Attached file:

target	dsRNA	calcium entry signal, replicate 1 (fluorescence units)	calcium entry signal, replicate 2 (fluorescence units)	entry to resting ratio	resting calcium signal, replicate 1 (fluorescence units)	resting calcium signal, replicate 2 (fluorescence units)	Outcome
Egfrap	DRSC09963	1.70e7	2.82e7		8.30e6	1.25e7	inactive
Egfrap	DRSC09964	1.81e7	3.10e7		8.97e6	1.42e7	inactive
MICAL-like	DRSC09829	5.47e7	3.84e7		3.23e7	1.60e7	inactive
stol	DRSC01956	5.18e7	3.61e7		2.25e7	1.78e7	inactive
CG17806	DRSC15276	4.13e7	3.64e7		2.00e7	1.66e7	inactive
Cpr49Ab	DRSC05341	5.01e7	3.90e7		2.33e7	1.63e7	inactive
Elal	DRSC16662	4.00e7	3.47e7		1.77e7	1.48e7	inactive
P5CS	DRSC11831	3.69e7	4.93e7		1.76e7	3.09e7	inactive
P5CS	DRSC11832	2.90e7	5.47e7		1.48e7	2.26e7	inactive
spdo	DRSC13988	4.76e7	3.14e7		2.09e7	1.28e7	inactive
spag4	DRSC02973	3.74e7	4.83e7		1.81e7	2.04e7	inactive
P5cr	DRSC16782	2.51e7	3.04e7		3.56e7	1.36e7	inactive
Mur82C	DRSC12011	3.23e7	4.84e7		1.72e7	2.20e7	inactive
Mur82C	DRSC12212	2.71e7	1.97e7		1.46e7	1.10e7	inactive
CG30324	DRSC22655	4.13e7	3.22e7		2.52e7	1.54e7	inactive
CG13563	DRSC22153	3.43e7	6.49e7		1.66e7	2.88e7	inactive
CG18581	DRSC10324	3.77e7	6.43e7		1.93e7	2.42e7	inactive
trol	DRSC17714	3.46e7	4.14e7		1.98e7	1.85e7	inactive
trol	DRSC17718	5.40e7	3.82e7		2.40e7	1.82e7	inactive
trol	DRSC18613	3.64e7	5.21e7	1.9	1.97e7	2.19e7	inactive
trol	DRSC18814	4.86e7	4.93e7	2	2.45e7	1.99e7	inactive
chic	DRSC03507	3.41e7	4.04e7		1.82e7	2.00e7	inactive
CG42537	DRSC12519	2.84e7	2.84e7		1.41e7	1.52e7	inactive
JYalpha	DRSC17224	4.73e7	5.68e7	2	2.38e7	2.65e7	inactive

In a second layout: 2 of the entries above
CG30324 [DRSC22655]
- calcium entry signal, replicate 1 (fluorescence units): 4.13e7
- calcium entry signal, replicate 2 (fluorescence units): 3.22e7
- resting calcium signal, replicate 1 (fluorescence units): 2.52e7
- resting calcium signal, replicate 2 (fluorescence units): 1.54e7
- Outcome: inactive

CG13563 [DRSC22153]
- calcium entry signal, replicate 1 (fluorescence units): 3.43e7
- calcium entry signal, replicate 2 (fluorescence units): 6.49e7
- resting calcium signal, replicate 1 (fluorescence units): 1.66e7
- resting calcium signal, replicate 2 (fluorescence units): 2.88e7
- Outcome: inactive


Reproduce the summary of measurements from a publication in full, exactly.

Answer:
target	dsRNA	calcium entry signal, replicate 1 (fluorescence units)	calcium entry signal, replicate 2 (fluorescence units)	entry to resting ratio	resting calcium signal, replicate 1 (fluorescence units)	resting calcium signal, replicate 2 (fluorescence units)	Outcome
Egfrap	DRSC09963	1.70e7	2.82e7		8.30e6	1.25e7	inactive
Egfrap	DRSC09964	1.81e7	3.10e7		8.97e6	1.42e7	inactive
MICAL-like	DRSC09829	5.47e7	3.84e7		3.23e7	1.60e7	inactive
stol	DRSC01956	5.18e7	3.61e7		2.25e7	1.78e7	inactive
CG17806	DRSC15276	4.13e7	3.64e7		2.00e7	1.66e7	inactive
Cpr49Ab	DRSC05341	5.01e7	3.90e7		2.33e7	1.63e7	inactive
Elal	DRSC16662	4.00e7	3.47e7		1.77e7	1.48e7	inactive
P5CS	DRSC11831	3.69e7	4.93e7		1.76e7	3.09e7	inactive
P5CS	DRSC11832	2.90e7	5.47e7		1.48e7	2.26e7	inactive
spdo	DRSC13988	4.76e7	3.14e7		2.09e7	1.28e7	inactive
spag4	DRSC02973	3.74e7	4.83e7		1.81e7	2.04e7	inactive
P5cr	DRSC16782	2.51e7	3.04e7		3.56e7	1.36e7	inactive
Mur82C	DRSC12011	3.23e7	4.84e7		1.72e7	2.20e7	inactive
Mur82C	DRSC12212	2.71e7	1.97e7		1.46e7	1.10e7	inactive
CG30324	DRSC22655	4.13e7	3.22e7		2.52e7	1.54e7	inactive
CG13563	DRSC22153	3.43e7	6.49e7		1.66e7	2.88e7	inactive
CG18581	DRSC10324	3.77e7	6.43e7		1.93e7	2.42e7	inactive
trol	DRSC17714	3.46e7	4.14e7		1.98e7	1.85e7	inactive
trol	DRSC17718	5.40e7	3.82e7		2.40e7	1.82e7	inactive
trol	DRSC18613	3.64e7	5.21e7	1.9	1.97e7	2.19e7	inactive
trol	DRSC18814	4.86e7	4.93e7	2	2.45e7	1.99e7	inactive
chic	DRSC03507	3.41e7	4.04e7		1.82e7	2.00e7	inactive
CG42537	DRSC12519	2.84e7	2.84e7		1.41e7	1.52e7	inactive
JYalpha	DRSC17224	4.73e7	5.68e7	2	2.38e7	2.65e7	inactive

In a second layout: 2 of the entries above
CG30324 [DRSC22655]
- calcium entry signal, replicate 1 (fluorescence units): 4.13e7
- calcium entry signal, replicate 2 (fluorescence units): 3.22e7
- resting calcium signal, replicate 1 (fluorescence units): 2.52e7
- resting calcium signal, replicate 2 (fluorescence units): 1.54e7
- Outcome: inactive

CG13563 [DRSC22153]
- calcium entry signal, replicate 1 (fluorescence units): 3.43e7
- calcium entry signal, replicate 2 (fluorescence units): 6.49e7
- resting calcium signal, replicate 1 (fluorescence units): 1.66e7
- resting calcium signal, replicate 2 (fluorescence units): 2.88e7
- Outcome: inactive